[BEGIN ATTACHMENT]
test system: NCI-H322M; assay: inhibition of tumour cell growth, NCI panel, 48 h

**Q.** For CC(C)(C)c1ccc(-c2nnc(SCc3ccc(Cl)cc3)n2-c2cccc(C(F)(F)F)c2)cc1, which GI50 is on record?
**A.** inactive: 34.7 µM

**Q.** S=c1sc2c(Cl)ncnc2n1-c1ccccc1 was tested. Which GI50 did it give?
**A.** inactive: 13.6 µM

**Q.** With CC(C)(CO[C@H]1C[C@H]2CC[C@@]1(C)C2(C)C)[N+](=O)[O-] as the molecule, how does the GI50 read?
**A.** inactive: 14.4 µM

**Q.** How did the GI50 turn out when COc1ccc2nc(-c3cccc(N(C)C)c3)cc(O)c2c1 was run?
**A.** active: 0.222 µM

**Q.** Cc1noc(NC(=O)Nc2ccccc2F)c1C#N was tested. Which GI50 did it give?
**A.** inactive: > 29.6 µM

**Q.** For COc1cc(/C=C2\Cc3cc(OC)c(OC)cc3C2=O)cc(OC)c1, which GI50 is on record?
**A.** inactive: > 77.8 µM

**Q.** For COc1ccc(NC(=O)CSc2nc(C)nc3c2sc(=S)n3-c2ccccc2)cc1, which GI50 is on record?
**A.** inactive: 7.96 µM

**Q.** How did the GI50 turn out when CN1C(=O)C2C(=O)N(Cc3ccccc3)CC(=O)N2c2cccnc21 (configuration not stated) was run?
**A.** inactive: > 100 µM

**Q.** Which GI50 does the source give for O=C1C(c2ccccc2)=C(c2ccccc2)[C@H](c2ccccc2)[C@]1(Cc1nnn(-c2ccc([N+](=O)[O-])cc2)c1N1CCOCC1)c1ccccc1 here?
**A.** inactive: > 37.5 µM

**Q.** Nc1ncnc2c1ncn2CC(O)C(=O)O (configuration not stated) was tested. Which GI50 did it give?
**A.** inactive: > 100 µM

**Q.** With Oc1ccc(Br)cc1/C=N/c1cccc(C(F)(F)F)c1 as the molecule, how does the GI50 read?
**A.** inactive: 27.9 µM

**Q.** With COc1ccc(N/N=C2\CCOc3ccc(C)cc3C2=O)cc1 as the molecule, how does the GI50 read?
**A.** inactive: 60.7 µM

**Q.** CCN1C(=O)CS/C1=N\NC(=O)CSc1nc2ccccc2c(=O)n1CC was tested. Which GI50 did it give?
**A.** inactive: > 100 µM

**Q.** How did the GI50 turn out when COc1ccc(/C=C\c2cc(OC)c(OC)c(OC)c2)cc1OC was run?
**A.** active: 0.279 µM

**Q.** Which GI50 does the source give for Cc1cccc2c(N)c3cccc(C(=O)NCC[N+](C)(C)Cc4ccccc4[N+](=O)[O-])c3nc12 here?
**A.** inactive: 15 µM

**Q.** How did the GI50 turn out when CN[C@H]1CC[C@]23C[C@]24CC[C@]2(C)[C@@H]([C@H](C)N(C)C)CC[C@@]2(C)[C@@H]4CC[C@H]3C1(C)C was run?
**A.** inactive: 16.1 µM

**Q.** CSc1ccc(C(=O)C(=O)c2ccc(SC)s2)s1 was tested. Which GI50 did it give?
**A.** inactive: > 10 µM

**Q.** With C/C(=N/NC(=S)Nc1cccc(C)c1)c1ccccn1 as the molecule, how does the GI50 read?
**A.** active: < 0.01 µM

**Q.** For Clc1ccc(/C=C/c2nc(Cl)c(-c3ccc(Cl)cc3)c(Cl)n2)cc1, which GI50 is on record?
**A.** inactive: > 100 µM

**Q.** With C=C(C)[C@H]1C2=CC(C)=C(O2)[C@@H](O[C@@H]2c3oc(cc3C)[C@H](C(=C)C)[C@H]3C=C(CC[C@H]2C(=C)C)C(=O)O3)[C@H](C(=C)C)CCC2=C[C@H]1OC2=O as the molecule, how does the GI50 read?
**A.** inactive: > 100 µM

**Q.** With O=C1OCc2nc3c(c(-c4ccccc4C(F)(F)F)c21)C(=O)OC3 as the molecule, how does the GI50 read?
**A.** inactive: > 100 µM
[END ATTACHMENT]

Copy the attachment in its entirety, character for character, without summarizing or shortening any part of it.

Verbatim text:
test system: NCI-H322M; assay: inhibition of tumour cell growth, NCI panel, 48 h

**Q.** For CC(C)(C)c1ccc(-c2nnc(SCc3ccc(Cl)cc3)n2-c2cccc(C(F)(F)F)c2)cc1, which GI50 is on record?
**A.** inactive: 34.7 µM

**Q.** S=c1sc2c(Cl)ncnc2n1-c1ccccc1 was tested. Which GI50 did it give?
**A.** inactive: 13.6 µM

**Q.** With CC(C)(CO[C@H]1C[C@H]2CC[C@@]1(C)C2(C)C)[N+](=O)[O-] as the molecule, how does the GI50 read?
**A.** inactive: 14.4 µM

**Q.** How did the GI50 turn out when COc1ccc2nc(-c3cccc(N(C)C)c3)cc(O)c2c1 was run?
**A.** active: 0.222 µM

**Q.** Cc1noc(NC(=O)Nc2ccccc2F)c1C#N was tested. Which GI50 did it give?
**A.** inactive: > 29.6 µM

**Q.** For COc1cc(/C=C2\Cc3cc(OC)c(OC)cc3C2=O)cc(OC)c1, which GI50 is on record?
**A.** inactive: > 77.8 µM

**Q.** For COc1ccc(NC(=O)CSc2nc(C)nc3c2sc(=S)n3-c2ccccc2)cc1, which GI50 is on record?
**A.** inactive: 7.96 µM

**Q.** How did the GI50 turn out when CN1C(=O)C2C(=O)N(Cc3ccccc3)CC(=O)N2c2cccnc21 (configuration not stated) was run?
**A.** inactive: > 100 µM

**Q.** Which GI50 does the source give for O=C1C(c2ccccc2)=C(c2ccccc2)[C@H](c2ccccc2)[C@]1(Cc1nnn(-c2ccc([N+](=O)[O-])cc2)c1N1CCOCC1)c1ccccc1 here?
**A.** inactive: > 37.5 µM

**Q.** Nc1ncnc2c1ncn2CC(O)C(=O)O (configuration not stated) was tested. Which GI50 did it give?
**A.** inactive: > 100 µM

**Q.** With Oc1ccc(Br)cc1/C=N/c1cccc(C(F)(F)F)c1 as the molecule, how does the GI50 read?
**A.** inactive: 27.9 µM

**Q.** With COc1ccc(N/N=C2\CCOc3ccc(C)cc3C2=O)cc1 as the molecule, how does the GI50 read?
**A.** inactive: 60.7 µM

**Q.** CCN1C(=O)CS/C1=N\NC(=O)CSc1nc2ccccc2c(=O)n1CC was tested. Which GI50 did it give?
**A.** inactive: > 100 µM

**Q.** How did the GI50 turn out when COc1ccc(/C=C\c2cc(OC)c(OC)c(OC)c2)cc1OC was run?
**A.** active: 0.279 µM

**Q.** Which GI50 does the source give for Cc1cccc2c(N)c3cccc(C(=O)NCC[N+](C)(C)Cc4ccccc4[N+](=O)[O-])c3nc12 here?
**A.** inactive: 15 µM

**Q.** How did the GI50 turn out when CN[C@H]1CC[C@]23C[C@]24CC[C@]2(C)[C@@H]([C@H](C)N(C)C)CC[C@@]2(C)[C@@H]4CC[C@H]3C1(C)C was run?
**A.** inactive: 16.1 µM

**Q.** CSc1ccc(C(=O)C(=O)c2ccc(SC)s2)s1 was tested. Which GI50 did it give?
**A.** inactive: > 10 µM

**Q.** With C/C(=N/NC(=S)Nc1cccc(C)c1)c1ccccn1 as the molecule, how does the GI50 read?
**A.** active: < 0.01 µM

**Q.** For Clc1ccc(/C=C/c2nc(Cl)c(-c3ccc(Cl)cc3)c(Cl)n2)cc1, which GI50 is on record?
**A.** inactive: > 100 µM

**Q.** With C=C(C)[C@H]1C2=CC(C)=C(O2)[C@@H](O[C@@H]2c3oc(cc3C)[C@H](C(=C)C)[C@H]3C=C(CC[C@H]2C(=C)C)C(=O)O3)[C@H](C(=C)C)CCC2=C[C@H]1OC2=O as the molecule, how does the GI50 read?
**A.** inactive: > 100 µM

**Q.** With O=C1OCc2nc3c(c(-c4ccccc4C(F)(F)F)c21)C(=O)OC3 as the molecule, how does the GI50 read?
**A.** inactive: > 100 µM